I turned on the radio. Static. We looped around Sequim Bay and zipped through the town without a second thought then over the Dungeness River when it happened. I knew it would happen but was not sure when it would. Chekhov or someone once said that if you bring a gun on stage in the first act of a play by the third act it will be sure to go off, or it should go off if the playwright is any good. So, you put two birdwatchers in a 1973 Volkswagen station wagon traveling down the highway at a relatively high-speed and the brakes will be slammed on. It is a fact. It is almost some kind of “bird watching law” if there were such a thing. Slam on the brakes and backup which is just what Alex did. And there they were. I think we spotted them at the same time about 100 yards past the Dungeness River bridge sitting in a small Shore Pine about five feet tall thirty-feet off the right shoulder of the road in a scruffy looking “prairie” with a few scattered oaks about. The shore pine was laden in bright yellow it looked like some overdressed Christmas tree; you could barely tell it was a shore pine at all really. Then – one, two, and before three I turned and looked Alex directly in her eyes and saw reflected her glasses all that yellow bursting away like arrows shot from bows into a now scattered flock of American Goldfinches. She lifted her foot off the brake, put the car into gear and headed down the long straight shot to Port Angeles, commenting, “Well, there you go.” And there you go.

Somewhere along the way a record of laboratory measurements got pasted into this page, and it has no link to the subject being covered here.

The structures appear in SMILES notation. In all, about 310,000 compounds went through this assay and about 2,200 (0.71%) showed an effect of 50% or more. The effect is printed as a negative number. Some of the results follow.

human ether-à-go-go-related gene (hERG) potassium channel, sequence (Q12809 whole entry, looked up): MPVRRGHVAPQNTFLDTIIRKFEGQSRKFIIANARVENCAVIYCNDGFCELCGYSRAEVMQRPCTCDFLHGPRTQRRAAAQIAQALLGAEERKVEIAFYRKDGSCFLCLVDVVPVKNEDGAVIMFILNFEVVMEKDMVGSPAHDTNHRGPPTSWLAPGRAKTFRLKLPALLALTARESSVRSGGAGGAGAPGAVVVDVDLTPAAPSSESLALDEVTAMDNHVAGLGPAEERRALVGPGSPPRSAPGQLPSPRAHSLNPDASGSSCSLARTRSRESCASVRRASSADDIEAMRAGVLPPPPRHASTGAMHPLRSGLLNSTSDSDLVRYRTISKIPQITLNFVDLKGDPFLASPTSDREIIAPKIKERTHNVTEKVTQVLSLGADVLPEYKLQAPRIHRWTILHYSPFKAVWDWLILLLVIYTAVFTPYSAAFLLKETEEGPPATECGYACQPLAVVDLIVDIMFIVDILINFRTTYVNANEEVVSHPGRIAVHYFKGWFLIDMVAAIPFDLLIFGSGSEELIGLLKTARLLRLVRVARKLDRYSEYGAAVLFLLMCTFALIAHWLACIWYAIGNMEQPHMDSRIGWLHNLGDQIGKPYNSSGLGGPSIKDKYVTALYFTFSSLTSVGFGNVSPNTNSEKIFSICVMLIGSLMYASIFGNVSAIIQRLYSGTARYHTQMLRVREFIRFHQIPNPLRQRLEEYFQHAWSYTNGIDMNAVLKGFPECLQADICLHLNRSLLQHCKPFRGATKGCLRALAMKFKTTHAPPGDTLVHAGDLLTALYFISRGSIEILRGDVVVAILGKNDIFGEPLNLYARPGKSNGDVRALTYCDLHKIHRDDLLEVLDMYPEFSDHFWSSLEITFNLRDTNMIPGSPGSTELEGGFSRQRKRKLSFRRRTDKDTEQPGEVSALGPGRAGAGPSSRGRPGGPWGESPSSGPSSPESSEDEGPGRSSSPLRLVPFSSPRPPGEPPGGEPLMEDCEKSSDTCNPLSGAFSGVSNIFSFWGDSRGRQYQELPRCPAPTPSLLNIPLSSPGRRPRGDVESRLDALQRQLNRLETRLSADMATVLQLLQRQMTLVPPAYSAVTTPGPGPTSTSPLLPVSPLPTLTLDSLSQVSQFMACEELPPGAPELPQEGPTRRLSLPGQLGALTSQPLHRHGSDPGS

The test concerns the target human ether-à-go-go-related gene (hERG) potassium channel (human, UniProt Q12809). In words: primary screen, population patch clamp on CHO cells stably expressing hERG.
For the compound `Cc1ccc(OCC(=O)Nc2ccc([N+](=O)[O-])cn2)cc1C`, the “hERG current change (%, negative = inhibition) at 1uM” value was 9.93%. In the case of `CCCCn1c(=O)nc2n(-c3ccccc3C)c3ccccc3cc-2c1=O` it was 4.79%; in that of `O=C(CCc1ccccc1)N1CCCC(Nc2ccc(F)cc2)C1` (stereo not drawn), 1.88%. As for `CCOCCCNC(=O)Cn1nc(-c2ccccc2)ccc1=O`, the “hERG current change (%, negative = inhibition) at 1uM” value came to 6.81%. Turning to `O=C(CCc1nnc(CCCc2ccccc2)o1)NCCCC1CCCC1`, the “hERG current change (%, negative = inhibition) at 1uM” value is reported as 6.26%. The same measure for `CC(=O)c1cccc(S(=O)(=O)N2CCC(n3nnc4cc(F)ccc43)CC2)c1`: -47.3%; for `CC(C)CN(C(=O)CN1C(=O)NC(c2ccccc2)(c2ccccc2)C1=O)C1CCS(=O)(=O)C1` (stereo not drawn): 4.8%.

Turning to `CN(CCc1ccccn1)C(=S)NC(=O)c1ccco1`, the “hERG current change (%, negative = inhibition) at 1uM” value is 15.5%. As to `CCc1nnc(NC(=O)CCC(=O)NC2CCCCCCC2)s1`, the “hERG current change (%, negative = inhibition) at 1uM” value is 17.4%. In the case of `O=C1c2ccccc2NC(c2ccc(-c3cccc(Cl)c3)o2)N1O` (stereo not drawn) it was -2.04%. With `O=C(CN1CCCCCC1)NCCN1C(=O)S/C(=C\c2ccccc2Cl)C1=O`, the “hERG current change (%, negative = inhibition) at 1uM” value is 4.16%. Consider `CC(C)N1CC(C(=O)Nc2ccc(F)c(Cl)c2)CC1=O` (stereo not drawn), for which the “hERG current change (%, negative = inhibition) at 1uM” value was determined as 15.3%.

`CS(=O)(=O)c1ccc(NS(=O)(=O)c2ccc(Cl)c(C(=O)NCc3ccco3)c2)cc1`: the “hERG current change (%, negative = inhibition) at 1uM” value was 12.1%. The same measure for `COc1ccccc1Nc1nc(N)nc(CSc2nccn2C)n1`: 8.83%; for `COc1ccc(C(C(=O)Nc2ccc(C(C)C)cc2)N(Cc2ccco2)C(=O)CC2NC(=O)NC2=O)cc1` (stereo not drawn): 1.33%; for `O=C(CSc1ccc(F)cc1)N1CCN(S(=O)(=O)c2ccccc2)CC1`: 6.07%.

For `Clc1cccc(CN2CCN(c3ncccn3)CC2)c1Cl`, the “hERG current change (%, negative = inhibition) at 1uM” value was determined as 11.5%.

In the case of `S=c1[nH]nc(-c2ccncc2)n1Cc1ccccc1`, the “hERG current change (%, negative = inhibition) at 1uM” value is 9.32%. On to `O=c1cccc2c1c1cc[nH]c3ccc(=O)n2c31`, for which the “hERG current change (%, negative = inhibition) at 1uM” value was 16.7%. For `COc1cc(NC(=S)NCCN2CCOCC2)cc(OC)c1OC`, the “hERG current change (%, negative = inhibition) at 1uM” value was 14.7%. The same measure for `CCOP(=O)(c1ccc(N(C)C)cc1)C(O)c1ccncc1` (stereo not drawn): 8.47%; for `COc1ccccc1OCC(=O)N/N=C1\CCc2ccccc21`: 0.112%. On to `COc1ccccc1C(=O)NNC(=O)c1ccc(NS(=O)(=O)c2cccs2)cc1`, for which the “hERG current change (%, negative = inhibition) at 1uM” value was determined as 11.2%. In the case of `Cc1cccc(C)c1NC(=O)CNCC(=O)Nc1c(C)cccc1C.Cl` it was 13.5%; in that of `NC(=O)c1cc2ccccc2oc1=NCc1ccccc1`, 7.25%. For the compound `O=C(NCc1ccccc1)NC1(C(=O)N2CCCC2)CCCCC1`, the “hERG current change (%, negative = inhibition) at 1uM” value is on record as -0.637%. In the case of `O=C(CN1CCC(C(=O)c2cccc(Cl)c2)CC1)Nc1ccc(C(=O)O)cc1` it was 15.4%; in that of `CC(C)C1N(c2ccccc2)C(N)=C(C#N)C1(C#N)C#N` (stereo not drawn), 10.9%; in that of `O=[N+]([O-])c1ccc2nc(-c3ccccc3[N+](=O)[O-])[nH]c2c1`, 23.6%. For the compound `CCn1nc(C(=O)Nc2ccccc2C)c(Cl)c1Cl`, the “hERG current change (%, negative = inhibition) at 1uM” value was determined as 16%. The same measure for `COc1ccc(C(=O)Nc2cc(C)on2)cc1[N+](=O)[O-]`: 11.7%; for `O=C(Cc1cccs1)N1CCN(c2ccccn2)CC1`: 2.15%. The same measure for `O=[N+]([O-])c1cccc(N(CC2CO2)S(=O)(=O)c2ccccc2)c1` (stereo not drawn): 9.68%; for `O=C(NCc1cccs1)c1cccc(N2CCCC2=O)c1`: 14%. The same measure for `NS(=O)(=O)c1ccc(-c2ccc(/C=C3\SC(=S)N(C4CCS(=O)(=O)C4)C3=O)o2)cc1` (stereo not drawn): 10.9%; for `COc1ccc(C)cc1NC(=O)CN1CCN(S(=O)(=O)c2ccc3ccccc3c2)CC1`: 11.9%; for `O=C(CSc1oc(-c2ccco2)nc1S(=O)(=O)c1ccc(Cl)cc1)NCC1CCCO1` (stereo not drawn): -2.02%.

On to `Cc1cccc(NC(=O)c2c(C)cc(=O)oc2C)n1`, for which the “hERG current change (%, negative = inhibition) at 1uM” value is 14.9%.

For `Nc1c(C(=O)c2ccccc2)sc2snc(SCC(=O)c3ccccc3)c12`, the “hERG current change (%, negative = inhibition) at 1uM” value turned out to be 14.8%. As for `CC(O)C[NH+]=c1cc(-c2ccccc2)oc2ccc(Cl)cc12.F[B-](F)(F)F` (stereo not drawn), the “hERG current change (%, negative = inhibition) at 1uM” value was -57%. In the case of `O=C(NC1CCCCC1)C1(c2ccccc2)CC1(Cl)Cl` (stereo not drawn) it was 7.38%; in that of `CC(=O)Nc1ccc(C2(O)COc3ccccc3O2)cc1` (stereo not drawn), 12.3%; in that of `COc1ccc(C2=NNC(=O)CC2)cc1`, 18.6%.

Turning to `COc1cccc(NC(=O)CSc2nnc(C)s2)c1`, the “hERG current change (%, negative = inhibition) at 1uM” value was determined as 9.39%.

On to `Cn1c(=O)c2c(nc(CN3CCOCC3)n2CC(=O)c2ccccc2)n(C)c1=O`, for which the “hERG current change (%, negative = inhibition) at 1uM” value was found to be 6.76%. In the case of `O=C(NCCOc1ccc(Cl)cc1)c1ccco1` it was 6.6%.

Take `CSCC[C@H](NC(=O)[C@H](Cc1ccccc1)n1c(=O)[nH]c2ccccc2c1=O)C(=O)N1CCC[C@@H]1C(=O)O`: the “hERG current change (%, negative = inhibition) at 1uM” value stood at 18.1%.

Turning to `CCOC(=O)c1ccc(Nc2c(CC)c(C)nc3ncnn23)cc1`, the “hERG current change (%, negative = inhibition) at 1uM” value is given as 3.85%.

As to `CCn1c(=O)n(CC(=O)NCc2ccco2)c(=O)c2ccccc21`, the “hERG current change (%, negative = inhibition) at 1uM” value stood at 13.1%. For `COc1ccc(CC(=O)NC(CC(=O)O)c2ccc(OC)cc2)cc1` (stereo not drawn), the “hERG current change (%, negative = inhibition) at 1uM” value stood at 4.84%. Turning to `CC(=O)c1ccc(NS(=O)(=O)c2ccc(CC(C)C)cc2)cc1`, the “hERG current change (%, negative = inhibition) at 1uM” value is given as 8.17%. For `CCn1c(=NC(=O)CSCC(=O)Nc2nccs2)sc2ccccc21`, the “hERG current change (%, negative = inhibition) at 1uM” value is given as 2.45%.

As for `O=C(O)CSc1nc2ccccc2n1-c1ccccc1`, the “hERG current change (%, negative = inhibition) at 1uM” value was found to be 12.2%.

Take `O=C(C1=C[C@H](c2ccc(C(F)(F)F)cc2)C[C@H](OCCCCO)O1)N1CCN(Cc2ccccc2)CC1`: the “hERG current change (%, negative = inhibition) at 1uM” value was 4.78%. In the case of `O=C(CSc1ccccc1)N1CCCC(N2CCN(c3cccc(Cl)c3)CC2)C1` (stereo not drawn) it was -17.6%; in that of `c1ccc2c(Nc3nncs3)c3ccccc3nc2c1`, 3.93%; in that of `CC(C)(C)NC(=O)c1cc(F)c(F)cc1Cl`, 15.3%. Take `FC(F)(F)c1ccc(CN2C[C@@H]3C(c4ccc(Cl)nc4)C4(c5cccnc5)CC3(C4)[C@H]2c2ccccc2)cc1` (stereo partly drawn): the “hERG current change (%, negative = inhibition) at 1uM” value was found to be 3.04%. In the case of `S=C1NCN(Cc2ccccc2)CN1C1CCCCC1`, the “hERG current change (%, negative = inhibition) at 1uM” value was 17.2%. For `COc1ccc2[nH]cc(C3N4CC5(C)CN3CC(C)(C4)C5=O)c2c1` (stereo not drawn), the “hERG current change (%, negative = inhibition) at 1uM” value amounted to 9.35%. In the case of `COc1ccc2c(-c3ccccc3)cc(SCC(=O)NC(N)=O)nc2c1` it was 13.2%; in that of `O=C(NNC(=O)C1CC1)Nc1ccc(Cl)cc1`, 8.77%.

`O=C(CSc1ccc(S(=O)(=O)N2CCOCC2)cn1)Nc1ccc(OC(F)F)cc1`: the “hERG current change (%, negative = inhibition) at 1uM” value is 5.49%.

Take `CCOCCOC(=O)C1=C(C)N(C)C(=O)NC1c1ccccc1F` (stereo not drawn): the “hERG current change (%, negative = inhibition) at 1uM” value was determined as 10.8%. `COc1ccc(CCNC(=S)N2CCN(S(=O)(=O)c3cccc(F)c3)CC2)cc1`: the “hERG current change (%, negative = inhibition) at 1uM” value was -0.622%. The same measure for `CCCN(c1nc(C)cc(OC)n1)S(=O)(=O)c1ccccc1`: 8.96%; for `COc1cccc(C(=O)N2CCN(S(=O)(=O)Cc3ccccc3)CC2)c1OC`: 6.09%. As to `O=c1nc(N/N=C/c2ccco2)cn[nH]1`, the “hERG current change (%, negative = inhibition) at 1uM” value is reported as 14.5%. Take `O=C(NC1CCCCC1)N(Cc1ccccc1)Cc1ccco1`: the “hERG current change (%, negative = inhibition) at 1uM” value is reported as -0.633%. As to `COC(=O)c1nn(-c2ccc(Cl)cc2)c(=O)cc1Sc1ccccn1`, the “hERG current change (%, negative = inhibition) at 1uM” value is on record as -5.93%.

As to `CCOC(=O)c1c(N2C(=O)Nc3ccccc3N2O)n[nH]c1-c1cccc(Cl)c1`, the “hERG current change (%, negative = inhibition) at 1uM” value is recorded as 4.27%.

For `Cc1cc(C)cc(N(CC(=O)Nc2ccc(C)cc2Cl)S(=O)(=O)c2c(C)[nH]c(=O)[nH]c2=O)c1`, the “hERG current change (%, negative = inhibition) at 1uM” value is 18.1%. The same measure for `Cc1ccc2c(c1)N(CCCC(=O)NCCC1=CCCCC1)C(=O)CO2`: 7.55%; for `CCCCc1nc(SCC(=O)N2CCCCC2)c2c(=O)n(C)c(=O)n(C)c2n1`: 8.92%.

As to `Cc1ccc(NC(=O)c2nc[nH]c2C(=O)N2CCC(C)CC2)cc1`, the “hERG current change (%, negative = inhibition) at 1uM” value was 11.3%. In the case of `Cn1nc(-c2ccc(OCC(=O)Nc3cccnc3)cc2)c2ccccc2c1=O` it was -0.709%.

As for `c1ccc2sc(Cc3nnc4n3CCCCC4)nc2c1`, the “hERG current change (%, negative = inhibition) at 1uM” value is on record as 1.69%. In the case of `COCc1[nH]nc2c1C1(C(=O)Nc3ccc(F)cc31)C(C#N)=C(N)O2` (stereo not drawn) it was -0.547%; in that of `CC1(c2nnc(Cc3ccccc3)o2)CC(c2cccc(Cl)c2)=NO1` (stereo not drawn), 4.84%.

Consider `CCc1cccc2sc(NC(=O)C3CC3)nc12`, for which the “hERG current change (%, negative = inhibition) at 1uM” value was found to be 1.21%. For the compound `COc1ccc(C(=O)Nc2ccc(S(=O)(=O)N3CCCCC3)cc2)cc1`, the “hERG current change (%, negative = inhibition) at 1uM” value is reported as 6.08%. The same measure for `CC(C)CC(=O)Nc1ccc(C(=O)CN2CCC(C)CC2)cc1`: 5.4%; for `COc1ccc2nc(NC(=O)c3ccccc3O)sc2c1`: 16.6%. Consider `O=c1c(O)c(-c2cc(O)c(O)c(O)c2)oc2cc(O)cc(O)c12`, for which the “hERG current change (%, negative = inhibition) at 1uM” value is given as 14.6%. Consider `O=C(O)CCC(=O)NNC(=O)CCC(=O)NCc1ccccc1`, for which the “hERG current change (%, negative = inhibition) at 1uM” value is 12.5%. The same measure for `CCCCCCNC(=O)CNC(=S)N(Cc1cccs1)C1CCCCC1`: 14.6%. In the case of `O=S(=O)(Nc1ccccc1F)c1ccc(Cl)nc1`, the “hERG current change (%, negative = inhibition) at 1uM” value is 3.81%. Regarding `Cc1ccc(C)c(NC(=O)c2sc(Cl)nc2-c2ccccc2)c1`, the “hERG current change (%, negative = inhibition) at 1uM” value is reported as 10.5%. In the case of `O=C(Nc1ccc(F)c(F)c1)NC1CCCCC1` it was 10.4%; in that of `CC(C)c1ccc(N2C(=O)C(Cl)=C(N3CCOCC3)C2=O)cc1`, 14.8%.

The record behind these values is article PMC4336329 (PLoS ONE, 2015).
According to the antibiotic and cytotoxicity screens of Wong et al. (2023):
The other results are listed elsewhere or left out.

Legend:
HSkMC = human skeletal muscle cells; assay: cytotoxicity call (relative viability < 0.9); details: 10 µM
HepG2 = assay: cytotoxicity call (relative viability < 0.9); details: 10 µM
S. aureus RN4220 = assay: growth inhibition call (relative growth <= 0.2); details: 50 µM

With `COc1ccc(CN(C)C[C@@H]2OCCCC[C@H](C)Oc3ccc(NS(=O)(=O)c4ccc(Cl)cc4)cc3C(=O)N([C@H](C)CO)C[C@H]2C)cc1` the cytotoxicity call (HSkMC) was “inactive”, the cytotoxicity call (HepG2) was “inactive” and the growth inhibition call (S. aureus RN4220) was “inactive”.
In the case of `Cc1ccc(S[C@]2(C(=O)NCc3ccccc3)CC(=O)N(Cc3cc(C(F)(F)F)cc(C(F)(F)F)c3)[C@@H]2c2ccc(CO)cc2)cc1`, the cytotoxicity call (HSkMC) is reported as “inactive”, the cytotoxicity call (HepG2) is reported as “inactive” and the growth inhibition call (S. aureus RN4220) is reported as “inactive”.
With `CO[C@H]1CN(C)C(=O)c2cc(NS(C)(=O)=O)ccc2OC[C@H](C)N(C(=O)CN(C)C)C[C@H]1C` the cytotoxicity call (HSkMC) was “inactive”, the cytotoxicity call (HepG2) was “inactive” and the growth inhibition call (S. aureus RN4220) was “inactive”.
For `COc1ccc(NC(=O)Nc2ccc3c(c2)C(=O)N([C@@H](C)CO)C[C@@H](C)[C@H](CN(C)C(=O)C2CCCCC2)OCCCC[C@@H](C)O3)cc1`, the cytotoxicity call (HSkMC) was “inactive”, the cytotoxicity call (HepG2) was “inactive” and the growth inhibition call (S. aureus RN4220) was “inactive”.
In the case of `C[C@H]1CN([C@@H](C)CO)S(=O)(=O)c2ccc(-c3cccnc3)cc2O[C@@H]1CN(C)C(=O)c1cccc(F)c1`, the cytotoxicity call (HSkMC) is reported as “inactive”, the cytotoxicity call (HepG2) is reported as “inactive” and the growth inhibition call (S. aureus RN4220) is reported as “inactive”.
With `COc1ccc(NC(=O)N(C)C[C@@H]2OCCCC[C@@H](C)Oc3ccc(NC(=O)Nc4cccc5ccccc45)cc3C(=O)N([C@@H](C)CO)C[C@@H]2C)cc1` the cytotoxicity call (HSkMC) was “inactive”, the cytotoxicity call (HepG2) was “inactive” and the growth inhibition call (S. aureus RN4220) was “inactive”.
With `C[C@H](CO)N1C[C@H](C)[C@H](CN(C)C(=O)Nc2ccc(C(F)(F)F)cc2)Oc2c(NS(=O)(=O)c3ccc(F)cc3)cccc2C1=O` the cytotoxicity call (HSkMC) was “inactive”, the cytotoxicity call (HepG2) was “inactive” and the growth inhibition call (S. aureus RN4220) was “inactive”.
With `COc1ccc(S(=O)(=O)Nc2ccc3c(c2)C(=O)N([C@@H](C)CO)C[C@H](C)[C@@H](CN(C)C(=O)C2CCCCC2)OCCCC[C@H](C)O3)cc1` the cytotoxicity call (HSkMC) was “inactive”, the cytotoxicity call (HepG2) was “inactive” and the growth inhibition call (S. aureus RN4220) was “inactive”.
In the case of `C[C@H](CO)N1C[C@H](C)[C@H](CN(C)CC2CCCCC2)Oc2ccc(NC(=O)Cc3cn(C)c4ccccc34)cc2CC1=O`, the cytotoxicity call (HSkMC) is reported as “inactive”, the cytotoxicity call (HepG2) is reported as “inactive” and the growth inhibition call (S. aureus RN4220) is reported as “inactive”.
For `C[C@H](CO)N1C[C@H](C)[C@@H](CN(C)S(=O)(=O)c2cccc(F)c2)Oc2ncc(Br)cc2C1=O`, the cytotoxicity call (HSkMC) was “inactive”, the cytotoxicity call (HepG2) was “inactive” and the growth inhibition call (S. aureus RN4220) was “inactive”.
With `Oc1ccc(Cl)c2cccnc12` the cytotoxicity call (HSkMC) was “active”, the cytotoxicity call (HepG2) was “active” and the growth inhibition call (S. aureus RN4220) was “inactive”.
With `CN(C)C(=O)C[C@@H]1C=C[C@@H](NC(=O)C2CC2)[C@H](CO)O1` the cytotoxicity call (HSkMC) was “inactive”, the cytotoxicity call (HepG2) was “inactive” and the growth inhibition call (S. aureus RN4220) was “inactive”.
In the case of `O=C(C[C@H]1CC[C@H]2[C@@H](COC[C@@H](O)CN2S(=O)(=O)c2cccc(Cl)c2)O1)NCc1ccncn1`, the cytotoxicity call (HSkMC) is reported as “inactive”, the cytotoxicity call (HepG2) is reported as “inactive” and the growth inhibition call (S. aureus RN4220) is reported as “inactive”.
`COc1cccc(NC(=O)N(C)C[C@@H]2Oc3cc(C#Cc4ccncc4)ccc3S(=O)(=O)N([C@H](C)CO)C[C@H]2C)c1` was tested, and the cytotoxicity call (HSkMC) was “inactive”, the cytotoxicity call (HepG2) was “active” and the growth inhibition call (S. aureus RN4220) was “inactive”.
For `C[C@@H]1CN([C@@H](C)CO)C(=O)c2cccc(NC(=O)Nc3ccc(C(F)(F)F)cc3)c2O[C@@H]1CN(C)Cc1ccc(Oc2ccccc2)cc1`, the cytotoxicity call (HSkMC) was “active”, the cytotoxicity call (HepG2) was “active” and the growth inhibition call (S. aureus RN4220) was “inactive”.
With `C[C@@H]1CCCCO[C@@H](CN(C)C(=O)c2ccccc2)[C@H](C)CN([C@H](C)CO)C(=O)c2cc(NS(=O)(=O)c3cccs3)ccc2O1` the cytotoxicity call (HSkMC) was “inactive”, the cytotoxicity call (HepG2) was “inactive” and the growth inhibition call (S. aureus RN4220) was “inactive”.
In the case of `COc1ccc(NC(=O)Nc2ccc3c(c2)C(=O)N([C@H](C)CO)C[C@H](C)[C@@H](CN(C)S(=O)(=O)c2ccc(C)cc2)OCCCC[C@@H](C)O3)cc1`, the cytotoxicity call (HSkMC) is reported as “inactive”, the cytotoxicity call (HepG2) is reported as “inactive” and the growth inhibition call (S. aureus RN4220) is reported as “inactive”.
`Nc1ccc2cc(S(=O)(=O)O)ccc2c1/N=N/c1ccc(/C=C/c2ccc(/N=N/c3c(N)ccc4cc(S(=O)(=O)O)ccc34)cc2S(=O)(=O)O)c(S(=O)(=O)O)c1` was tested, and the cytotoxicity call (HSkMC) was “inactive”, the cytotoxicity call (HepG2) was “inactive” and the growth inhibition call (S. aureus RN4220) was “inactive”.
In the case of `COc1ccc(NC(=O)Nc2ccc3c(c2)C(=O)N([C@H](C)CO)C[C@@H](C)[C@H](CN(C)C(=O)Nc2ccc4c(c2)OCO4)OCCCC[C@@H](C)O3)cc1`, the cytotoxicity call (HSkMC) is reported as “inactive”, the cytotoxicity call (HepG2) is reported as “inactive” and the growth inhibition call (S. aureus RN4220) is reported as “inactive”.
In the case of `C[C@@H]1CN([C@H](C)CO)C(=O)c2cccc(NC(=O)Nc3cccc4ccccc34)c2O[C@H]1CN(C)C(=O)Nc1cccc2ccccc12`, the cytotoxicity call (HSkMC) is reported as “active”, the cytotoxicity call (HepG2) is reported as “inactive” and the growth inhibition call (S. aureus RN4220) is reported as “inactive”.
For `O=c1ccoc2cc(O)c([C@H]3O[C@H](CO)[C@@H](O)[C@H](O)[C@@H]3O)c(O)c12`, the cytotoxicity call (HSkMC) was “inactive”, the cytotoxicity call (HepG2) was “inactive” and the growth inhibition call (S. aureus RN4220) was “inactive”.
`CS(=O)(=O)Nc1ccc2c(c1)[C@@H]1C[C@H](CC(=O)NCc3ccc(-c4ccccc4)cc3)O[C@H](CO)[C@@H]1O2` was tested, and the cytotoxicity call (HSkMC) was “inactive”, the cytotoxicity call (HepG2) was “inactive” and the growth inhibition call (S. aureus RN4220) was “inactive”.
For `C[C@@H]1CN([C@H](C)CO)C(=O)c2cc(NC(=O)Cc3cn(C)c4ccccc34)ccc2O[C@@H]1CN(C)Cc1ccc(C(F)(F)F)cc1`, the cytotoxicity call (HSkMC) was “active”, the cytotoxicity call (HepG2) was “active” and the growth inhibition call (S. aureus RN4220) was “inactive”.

We were finally cruising through the Port of Angels when mid-way Alex broke from her driving-trance-combination-goldfinch-reverie and blurted out:
“Holy-Jesus-Tommy, look at that!”